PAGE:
Street Art Class Explores "Tagging"

Our middle school elective on Street Art started off with a history and survey of graffiti, street art and public art. Students took a mini-field trip to the growing series mini-murals painted on the Green Line train trestle along South Blvd. at Oak Park Ave.

For their first project, each student to create their own "tag" in graffiti-style, using a stencil.

Contemporary street art has its roots in tagging, which is what most of us think of when the word graffiti is used. Still prevalent, it is simply individuals marking a public surface with a name or symbol -- usually for the purpose of claiming territory.

Starting in the 1970's, mostly in New York City, graffiti taggers developed elaborate and sophisticated techniques with spray paint, paint, chalk and stencils. Artists rebelling against social norms and disaffected with gallery and museum culture began to use these graffiti techniques to make art with social and political content in public places.

For their Tag Project, each student designed a personal tag, being mindful to craft a letter style robust enough for use as a stencil (no thin lines!). Letters were then enlarged to fit the space available, sketched on card stock and cut out. Next, students created brick patterns on their paper by holding the paper against a brick wall and rubbing it with crayon or oil pastel -- revealing the surface texture/pattern. Many students enhanced the grout lines and added other colors.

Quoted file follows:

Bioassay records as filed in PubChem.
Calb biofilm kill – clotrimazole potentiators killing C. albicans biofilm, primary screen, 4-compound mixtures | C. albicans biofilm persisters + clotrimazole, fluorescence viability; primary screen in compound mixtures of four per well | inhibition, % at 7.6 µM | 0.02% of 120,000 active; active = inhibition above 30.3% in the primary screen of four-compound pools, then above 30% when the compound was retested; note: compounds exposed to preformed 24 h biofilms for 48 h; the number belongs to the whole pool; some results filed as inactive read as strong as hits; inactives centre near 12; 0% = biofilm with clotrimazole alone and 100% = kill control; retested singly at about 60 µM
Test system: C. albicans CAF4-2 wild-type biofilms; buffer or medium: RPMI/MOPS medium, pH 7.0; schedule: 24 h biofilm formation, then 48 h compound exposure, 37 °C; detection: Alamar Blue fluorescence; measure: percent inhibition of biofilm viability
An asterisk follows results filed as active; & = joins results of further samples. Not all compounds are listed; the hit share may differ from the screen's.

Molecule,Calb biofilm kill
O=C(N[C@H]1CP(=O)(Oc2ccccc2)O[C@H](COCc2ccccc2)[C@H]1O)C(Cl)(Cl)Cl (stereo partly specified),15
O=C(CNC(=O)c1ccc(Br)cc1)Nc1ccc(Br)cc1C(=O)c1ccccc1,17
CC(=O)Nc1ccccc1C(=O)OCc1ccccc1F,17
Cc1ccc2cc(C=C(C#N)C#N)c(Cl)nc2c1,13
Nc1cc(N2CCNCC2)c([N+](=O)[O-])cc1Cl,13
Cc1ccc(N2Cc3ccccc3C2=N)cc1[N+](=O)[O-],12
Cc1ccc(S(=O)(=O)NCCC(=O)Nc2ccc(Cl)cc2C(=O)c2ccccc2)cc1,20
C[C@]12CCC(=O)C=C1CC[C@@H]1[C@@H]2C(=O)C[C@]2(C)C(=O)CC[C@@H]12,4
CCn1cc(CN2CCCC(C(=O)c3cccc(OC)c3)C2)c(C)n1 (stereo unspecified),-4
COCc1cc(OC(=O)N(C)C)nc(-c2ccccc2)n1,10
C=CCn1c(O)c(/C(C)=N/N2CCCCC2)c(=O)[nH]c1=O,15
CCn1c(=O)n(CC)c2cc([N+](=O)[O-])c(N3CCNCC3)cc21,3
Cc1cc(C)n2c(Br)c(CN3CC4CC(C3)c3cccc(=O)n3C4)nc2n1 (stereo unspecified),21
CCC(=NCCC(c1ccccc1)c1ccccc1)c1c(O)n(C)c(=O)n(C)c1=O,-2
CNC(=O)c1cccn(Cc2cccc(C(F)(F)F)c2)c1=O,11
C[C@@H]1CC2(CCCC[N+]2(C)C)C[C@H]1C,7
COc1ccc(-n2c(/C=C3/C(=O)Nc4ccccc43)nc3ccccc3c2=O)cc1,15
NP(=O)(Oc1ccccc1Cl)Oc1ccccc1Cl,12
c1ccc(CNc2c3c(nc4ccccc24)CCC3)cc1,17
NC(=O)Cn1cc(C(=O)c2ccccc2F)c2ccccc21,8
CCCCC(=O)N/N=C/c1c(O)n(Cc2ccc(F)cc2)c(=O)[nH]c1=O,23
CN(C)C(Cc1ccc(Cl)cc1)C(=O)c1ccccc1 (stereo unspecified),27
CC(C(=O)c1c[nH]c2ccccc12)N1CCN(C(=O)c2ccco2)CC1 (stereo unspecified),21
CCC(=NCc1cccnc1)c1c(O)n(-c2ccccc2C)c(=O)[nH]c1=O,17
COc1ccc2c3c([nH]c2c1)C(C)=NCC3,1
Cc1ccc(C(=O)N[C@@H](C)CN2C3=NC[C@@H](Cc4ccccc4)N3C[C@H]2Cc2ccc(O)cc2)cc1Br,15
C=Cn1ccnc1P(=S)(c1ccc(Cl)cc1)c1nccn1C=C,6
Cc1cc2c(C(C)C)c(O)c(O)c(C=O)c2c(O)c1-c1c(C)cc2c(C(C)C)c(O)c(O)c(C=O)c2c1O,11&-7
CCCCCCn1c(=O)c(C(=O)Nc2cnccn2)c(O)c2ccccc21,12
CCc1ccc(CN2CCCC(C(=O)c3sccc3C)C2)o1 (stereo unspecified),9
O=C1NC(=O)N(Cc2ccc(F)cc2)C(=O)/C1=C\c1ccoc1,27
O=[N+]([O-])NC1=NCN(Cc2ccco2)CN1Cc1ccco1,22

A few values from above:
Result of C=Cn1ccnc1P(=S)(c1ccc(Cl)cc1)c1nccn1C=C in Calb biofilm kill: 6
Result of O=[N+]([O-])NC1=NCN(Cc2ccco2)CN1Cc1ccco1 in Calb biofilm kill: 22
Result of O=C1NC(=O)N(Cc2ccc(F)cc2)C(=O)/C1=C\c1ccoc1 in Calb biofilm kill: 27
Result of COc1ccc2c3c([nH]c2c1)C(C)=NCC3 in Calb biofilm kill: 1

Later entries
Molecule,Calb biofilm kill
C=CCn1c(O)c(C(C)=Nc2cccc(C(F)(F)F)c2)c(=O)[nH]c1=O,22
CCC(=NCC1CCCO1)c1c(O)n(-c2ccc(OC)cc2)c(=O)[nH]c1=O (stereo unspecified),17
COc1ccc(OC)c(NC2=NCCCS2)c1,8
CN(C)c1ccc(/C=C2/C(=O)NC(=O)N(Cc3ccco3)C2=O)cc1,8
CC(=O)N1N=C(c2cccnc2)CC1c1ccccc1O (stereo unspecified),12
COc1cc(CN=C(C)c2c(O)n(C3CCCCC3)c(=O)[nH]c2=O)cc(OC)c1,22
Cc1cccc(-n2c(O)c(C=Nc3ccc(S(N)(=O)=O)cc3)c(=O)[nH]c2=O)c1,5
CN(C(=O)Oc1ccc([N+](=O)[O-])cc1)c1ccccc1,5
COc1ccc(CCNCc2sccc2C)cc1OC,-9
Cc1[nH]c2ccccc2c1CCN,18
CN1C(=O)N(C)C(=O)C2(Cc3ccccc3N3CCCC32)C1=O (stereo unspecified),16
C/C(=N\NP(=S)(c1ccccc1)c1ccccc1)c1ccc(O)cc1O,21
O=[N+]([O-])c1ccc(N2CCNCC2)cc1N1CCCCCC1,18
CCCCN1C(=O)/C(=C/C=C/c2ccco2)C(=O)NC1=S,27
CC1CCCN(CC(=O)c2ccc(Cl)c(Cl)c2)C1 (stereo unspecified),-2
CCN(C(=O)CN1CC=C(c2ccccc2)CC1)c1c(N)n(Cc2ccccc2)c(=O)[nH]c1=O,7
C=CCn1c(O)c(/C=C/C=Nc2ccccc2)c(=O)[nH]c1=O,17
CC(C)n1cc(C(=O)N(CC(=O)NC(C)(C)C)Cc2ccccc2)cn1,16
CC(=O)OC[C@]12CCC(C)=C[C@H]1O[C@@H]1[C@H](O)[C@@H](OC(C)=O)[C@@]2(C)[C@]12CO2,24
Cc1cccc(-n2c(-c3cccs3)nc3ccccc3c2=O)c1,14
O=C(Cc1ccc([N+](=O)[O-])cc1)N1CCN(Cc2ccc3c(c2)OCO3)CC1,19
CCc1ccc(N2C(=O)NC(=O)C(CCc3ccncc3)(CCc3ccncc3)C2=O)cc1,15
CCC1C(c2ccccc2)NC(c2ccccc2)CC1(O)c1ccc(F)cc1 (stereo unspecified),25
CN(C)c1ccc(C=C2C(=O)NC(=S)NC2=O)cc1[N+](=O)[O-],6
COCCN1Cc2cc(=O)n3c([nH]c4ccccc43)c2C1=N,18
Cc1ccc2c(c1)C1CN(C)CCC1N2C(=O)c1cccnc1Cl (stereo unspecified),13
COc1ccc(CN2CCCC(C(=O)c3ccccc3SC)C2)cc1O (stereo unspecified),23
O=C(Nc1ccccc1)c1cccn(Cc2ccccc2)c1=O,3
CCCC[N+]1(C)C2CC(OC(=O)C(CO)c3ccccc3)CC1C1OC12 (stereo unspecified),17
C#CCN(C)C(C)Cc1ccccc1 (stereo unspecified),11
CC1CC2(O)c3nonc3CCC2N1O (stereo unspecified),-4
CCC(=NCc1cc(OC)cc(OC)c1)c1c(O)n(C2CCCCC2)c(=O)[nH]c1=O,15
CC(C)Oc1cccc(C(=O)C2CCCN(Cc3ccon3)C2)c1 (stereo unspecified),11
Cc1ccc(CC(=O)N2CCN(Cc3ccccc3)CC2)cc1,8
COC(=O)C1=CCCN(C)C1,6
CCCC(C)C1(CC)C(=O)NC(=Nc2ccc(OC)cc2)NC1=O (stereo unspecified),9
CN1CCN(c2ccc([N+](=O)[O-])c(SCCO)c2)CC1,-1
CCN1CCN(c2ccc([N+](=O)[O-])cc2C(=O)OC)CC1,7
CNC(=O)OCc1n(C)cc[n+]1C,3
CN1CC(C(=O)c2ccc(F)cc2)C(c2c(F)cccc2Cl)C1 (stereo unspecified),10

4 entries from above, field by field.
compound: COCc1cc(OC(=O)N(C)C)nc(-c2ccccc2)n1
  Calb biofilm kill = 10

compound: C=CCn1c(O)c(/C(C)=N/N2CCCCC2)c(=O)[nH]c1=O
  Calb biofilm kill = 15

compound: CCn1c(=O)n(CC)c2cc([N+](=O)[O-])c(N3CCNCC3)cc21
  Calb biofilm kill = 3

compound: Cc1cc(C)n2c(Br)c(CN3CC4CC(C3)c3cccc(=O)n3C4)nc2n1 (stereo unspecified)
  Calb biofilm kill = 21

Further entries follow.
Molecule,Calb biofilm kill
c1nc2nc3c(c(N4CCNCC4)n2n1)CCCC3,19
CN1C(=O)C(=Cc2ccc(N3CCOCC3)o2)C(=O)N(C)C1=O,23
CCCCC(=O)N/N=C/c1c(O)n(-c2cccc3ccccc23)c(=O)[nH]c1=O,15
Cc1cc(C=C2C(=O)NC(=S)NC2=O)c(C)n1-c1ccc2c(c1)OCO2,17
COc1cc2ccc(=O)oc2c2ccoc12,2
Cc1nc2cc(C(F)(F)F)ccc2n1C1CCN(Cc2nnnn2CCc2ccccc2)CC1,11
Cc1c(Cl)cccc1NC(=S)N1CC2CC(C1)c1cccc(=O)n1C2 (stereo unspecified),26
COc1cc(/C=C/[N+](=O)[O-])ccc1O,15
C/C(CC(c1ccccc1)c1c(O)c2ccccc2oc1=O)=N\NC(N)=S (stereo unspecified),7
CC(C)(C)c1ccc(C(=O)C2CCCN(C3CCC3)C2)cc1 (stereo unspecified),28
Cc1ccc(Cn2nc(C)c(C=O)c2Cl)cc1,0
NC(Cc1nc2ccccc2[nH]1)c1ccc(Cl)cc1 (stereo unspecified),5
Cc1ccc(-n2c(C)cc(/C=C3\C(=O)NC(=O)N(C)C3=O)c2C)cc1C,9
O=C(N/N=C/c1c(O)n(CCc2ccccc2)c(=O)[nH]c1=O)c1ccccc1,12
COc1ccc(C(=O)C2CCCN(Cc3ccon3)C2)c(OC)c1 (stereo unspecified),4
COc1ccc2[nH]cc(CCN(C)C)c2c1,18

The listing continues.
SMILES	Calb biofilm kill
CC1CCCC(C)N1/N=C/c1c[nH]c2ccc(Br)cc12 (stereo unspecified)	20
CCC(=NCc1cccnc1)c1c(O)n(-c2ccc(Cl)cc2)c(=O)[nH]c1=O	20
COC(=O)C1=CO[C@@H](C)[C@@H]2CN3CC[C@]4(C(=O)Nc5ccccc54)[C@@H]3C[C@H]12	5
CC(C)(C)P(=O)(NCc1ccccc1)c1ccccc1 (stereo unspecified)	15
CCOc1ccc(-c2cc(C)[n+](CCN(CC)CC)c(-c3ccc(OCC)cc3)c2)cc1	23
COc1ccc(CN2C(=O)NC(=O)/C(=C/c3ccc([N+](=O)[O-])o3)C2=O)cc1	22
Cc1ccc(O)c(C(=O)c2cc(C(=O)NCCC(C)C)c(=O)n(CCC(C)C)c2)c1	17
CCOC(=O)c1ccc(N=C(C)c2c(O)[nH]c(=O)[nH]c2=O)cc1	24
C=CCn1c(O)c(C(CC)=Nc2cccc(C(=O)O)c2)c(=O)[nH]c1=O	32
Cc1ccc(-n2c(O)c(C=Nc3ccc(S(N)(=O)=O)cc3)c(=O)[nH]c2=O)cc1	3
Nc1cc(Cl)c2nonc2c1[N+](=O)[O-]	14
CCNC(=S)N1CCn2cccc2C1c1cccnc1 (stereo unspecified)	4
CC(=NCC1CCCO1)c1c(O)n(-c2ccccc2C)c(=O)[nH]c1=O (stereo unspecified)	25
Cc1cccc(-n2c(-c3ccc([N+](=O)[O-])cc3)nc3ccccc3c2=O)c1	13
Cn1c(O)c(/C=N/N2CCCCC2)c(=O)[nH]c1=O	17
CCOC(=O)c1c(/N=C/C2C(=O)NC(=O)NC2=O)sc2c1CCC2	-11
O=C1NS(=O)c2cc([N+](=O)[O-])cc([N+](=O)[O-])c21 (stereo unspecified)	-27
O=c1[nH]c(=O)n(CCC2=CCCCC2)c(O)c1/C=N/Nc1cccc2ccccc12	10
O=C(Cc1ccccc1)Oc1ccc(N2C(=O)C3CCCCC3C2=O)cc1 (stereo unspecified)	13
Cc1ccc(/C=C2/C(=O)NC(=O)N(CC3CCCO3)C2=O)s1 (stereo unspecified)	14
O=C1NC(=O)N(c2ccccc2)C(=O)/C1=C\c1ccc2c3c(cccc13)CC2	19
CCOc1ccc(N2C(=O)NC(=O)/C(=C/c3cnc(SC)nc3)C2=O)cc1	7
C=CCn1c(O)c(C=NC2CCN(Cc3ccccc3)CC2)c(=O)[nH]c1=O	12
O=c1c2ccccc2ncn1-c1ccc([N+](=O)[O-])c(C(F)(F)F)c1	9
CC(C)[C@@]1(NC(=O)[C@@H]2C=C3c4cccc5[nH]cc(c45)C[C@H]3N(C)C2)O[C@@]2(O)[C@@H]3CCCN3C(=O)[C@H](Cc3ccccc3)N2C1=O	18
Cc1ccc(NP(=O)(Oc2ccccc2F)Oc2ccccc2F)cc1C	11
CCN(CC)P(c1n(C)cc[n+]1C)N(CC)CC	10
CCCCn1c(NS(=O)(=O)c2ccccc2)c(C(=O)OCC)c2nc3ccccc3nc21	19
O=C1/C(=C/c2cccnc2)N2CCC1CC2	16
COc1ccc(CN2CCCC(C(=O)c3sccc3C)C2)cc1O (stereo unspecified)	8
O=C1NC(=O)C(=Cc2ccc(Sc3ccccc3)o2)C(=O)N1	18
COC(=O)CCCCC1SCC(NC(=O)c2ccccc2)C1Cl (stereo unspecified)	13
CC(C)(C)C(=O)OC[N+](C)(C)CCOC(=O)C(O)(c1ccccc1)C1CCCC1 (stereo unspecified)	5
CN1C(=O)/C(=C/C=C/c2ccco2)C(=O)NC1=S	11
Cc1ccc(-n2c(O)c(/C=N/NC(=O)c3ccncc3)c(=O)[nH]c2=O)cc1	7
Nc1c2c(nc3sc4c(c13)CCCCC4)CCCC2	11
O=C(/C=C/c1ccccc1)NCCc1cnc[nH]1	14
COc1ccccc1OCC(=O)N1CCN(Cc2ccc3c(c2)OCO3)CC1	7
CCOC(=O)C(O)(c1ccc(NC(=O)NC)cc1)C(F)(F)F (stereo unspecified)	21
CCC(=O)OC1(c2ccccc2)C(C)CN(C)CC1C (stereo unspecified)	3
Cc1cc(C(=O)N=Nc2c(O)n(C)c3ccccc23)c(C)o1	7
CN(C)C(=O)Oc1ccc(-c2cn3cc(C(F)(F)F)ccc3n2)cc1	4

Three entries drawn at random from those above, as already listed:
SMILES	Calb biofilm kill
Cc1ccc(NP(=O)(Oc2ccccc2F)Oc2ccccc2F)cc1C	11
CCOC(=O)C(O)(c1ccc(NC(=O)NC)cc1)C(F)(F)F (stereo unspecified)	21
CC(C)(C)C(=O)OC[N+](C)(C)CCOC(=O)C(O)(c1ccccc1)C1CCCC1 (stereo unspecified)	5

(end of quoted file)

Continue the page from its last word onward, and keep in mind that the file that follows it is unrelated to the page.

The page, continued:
Finally, stencils were affixed to the "brick walls", and outlined using oil pastels. Removing the stencils then revealed the final design..

The Children's School introduced electives this year for middle-schoolers, allowing students to explore in-depth topics of interest.

“Education is not preparation for life;
education is life itself.” 

John Dewey

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website by Tracy Litsey at Practicespecialty.com | photographs by Lindsay Schumaier Photography,  Eileen Moloney Photography, and Laura Donoghue